Emissions Trading Design

Emissions Trading Design

A Critical Overview

New Horizons in Environmental and Energy Law series

Stefan E. Weishaar

Emissions trading is becoming an increasingly popular policy instrument with growing diversity in design. This book examines emissions trading design, emissions trading implementation problems and how to address them.

Chapter 6: Implementation issue 2: The secondary market for emission rights

Stefan E. Weishaar

Subjects: economics and finance, law and economics, environment, climate change, environmental law, law - academic, environmental law, law and economics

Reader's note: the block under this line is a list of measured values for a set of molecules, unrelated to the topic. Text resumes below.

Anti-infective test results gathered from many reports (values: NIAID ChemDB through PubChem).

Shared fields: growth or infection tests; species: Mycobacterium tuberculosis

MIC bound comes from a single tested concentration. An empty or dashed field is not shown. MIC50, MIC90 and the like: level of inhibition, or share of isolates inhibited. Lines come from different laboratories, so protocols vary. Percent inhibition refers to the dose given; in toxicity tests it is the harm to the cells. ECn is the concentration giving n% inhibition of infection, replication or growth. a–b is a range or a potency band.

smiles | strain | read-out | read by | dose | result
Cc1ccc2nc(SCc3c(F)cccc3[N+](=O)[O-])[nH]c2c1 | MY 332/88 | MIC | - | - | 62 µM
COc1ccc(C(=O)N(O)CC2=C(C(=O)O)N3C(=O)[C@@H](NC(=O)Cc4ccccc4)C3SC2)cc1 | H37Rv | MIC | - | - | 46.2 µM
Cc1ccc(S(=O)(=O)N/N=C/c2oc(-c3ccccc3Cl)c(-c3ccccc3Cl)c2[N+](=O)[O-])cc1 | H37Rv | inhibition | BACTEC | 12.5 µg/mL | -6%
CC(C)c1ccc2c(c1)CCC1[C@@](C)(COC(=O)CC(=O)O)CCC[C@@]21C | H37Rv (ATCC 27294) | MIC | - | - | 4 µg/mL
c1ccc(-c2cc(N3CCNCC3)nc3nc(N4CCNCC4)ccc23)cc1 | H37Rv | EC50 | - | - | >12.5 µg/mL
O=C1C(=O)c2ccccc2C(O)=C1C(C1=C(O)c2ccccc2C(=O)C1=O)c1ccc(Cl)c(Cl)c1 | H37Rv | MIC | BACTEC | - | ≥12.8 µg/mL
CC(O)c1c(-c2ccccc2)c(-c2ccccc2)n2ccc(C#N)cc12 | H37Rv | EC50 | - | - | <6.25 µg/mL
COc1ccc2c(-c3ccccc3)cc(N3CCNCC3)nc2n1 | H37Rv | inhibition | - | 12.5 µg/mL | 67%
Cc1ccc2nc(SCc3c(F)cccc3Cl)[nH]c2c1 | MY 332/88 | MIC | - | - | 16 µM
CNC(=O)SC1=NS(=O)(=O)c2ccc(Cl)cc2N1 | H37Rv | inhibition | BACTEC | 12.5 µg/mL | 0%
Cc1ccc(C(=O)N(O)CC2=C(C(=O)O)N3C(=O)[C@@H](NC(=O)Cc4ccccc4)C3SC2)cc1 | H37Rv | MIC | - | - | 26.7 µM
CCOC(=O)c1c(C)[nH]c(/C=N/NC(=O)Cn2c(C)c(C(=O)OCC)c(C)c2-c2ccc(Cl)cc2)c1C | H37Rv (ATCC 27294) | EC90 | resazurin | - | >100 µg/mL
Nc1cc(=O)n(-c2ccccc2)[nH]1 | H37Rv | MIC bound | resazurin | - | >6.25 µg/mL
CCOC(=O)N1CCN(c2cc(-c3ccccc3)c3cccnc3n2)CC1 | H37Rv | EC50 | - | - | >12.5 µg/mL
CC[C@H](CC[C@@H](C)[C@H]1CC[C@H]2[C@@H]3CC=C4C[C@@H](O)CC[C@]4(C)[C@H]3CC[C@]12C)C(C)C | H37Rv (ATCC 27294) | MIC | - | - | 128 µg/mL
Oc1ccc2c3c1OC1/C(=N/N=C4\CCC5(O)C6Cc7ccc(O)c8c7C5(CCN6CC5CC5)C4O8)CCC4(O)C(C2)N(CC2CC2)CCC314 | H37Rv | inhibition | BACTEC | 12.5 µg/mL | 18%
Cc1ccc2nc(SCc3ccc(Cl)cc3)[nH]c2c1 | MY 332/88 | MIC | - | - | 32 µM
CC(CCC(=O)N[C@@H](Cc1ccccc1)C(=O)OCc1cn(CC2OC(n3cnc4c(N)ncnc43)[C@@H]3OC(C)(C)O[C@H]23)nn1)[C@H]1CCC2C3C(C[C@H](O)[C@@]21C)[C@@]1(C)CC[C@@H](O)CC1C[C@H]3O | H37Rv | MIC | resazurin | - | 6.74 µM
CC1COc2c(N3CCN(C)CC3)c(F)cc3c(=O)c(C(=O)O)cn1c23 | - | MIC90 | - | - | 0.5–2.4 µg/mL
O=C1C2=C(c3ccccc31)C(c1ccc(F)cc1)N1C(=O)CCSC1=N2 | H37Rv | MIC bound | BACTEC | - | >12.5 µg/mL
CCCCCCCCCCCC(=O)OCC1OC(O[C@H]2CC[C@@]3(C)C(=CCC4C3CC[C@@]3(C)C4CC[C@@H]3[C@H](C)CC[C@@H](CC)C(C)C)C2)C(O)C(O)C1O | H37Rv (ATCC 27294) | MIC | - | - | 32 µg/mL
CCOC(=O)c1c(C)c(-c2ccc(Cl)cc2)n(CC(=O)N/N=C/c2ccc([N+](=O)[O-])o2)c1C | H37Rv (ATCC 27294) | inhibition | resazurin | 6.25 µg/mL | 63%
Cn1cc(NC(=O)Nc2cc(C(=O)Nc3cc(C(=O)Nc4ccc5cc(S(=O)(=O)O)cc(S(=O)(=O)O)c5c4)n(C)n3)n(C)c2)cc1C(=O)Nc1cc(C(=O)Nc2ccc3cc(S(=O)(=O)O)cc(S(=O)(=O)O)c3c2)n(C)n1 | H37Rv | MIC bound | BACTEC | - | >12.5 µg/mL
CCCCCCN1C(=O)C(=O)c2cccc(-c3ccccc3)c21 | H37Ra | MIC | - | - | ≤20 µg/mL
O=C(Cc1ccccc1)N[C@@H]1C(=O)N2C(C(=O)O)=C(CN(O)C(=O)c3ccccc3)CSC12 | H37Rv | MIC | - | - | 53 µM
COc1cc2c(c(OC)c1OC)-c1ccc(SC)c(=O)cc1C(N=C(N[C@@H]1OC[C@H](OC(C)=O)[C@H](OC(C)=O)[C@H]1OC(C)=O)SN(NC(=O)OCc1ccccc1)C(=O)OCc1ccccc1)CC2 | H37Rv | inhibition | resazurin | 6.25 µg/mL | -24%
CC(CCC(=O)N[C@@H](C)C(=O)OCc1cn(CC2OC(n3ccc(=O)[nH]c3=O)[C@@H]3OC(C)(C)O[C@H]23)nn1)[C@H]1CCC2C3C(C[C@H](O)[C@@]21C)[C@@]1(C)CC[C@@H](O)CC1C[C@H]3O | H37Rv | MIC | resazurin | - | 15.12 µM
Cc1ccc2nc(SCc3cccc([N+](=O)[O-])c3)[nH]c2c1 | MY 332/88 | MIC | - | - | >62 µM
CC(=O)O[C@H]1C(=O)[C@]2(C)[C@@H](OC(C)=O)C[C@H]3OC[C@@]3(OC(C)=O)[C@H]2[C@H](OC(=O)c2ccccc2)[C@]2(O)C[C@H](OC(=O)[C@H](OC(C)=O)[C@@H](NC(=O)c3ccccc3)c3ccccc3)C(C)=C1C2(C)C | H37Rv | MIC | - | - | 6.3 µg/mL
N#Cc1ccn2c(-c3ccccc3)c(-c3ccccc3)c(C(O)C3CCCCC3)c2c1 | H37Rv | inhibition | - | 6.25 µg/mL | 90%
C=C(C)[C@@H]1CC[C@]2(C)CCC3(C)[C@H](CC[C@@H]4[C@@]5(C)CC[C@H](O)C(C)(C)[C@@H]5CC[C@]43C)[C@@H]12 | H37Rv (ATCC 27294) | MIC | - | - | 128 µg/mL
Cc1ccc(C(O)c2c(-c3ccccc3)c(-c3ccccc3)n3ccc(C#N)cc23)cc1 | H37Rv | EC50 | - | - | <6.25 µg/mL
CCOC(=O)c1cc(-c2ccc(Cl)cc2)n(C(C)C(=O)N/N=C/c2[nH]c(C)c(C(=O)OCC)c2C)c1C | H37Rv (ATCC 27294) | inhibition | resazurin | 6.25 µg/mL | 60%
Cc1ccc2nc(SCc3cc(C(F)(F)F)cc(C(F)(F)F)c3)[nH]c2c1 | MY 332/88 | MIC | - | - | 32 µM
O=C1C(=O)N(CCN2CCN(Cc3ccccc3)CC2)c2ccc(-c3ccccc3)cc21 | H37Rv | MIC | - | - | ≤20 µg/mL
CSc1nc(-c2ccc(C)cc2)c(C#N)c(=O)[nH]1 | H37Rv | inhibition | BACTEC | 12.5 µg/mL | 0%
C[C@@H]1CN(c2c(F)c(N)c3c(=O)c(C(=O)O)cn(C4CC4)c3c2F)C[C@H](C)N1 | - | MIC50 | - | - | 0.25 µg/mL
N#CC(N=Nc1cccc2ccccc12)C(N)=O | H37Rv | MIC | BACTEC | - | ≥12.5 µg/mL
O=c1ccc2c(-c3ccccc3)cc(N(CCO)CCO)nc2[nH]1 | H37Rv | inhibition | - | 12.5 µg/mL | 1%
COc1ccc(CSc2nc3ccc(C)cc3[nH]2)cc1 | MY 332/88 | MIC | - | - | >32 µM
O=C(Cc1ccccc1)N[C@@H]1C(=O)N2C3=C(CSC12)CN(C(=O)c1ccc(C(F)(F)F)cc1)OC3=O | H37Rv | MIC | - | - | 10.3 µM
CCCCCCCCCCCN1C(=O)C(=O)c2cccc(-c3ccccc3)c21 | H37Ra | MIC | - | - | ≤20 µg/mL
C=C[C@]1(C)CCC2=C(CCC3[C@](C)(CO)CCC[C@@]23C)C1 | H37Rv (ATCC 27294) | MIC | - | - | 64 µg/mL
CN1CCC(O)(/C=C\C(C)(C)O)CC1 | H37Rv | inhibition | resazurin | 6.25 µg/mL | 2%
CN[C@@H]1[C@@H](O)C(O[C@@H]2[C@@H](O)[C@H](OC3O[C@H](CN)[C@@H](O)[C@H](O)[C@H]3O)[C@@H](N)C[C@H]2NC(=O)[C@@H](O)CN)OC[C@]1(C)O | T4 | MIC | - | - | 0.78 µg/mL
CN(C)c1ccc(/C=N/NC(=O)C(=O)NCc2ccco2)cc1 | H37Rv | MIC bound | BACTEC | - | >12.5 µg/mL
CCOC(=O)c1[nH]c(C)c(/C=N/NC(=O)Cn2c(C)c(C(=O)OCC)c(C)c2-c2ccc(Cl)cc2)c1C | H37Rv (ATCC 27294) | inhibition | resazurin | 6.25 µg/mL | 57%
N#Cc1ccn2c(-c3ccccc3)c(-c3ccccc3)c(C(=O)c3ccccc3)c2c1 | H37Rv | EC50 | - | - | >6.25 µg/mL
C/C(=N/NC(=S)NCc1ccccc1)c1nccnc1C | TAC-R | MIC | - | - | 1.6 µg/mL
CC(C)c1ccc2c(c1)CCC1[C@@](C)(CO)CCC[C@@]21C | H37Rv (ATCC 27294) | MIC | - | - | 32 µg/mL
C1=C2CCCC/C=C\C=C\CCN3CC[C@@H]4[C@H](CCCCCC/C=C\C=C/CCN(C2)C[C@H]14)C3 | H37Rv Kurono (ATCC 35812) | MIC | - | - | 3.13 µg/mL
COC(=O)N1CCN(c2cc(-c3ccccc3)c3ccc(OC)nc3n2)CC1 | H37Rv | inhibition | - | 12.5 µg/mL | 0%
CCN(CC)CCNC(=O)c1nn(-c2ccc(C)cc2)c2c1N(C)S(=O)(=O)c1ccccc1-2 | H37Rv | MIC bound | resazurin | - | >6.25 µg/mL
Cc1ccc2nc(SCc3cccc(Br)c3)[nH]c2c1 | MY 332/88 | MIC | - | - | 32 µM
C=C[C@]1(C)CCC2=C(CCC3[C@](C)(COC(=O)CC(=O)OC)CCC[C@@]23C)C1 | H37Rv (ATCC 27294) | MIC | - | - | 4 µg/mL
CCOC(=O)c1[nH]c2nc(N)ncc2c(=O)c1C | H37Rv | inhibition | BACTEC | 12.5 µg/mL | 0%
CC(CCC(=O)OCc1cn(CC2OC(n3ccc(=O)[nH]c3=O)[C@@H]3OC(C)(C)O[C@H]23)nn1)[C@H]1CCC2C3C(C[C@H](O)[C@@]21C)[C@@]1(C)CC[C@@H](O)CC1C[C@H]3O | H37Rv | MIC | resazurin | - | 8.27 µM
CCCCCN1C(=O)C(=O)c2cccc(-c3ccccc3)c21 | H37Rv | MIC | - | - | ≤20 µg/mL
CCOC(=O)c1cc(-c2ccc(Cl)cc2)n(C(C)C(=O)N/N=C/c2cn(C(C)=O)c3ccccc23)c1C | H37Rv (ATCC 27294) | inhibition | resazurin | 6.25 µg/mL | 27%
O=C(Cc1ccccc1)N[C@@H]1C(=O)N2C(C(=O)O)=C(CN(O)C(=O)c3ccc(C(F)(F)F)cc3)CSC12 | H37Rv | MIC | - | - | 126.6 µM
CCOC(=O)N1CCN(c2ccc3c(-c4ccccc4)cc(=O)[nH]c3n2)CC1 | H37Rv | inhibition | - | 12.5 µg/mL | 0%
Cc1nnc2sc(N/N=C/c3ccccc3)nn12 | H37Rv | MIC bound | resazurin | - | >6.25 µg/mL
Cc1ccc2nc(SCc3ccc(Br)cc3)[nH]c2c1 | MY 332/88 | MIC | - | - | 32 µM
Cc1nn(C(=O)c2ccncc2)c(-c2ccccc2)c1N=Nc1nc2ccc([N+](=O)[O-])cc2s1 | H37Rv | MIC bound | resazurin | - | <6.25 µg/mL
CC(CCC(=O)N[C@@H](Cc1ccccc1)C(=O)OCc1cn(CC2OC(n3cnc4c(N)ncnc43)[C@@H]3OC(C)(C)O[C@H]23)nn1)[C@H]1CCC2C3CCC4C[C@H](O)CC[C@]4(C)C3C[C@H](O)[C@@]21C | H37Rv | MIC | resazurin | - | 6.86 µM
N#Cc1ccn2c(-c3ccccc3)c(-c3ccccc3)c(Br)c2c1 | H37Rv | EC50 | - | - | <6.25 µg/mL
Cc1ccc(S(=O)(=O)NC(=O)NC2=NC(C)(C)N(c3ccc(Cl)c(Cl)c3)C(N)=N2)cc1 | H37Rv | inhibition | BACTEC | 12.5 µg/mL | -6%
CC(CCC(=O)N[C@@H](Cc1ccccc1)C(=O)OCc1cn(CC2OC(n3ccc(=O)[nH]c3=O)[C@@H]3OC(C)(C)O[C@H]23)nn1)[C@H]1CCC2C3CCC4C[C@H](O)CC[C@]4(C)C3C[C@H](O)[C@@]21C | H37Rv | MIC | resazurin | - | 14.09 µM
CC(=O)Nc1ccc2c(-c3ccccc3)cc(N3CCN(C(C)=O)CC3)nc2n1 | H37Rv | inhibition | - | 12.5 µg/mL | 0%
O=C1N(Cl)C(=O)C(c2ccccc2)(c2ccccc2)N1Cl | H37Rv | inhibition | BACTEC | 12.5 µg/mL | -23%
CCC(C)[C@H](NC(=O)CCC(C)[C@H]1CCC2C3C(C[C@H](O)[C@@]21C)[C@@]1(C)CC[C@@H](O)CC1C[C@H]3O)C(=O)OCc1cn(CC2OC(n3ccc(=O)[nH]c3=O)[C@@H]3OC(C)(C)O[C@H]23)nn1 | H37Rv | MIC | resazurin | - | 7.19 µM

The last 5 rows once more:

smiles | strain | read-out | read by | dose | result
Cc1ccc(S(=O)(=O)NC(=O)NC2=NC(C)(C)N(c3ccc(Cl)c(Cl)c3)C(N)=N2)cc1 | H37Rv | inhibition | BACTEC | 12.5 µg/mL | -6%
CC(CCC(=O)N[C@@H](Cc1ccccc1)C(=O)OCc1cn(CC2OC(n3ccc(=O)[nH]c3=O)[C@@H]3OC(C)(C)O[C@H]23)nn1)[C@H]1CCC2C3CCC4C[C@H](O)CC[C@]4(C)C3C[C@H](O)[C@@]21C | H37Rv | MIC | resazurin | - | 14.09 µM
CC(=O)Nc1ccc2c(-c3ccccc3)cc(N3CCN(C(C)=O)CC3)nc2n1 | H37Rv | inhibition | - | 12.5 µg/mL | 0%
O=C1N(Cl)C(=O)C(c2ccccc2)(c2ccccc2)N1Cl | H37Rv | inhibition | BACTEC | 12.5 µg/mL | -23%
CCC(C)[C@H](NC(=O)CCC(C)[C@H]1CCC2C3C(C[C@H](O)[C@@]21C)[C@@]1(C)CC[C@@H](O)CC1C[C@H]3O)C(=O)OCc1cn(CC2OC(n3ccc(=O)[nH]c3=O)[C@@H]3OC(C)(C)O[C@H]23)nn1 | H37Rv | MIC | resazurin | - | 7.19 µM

This chapter addresses a crucial issue for the working of any emissions trading system: the market. This area has received less attention in the literature than other aspects of emissions trading design. This neglect is probably attributable to the belief that the emissions trading market will work as does any other market. While not suggesting that the emissions trading market is unique in any way, it still merits attention, since a well-functioning market is the precondition to allow for cost-effective abatement and for realizing the full benefits of an emissions trading system. Recently, the emissions trading market in Europe has been receiving more attention. After the fraud scandals that occurred in the EU ETS, issues such as market manipulation, market power and market oversight started to attract more interest. All of these issues are considered in the context of the EU ETS in this chapter. First, market manipulation on the spot market is addressed in Section 2; this section emphasizes that market manipulation can also take place in liquid emissions trading markets and should therefore not be underestimated by ETS designers. Section 3 considers market power and oversight issues in the context of EU ETS auctions; this section points out that even the use of auctions does not prevent distortions in competition and manipulation. ETS designers are therefore well advised to carefully consider auction design choices and establish efficient oversight structures.

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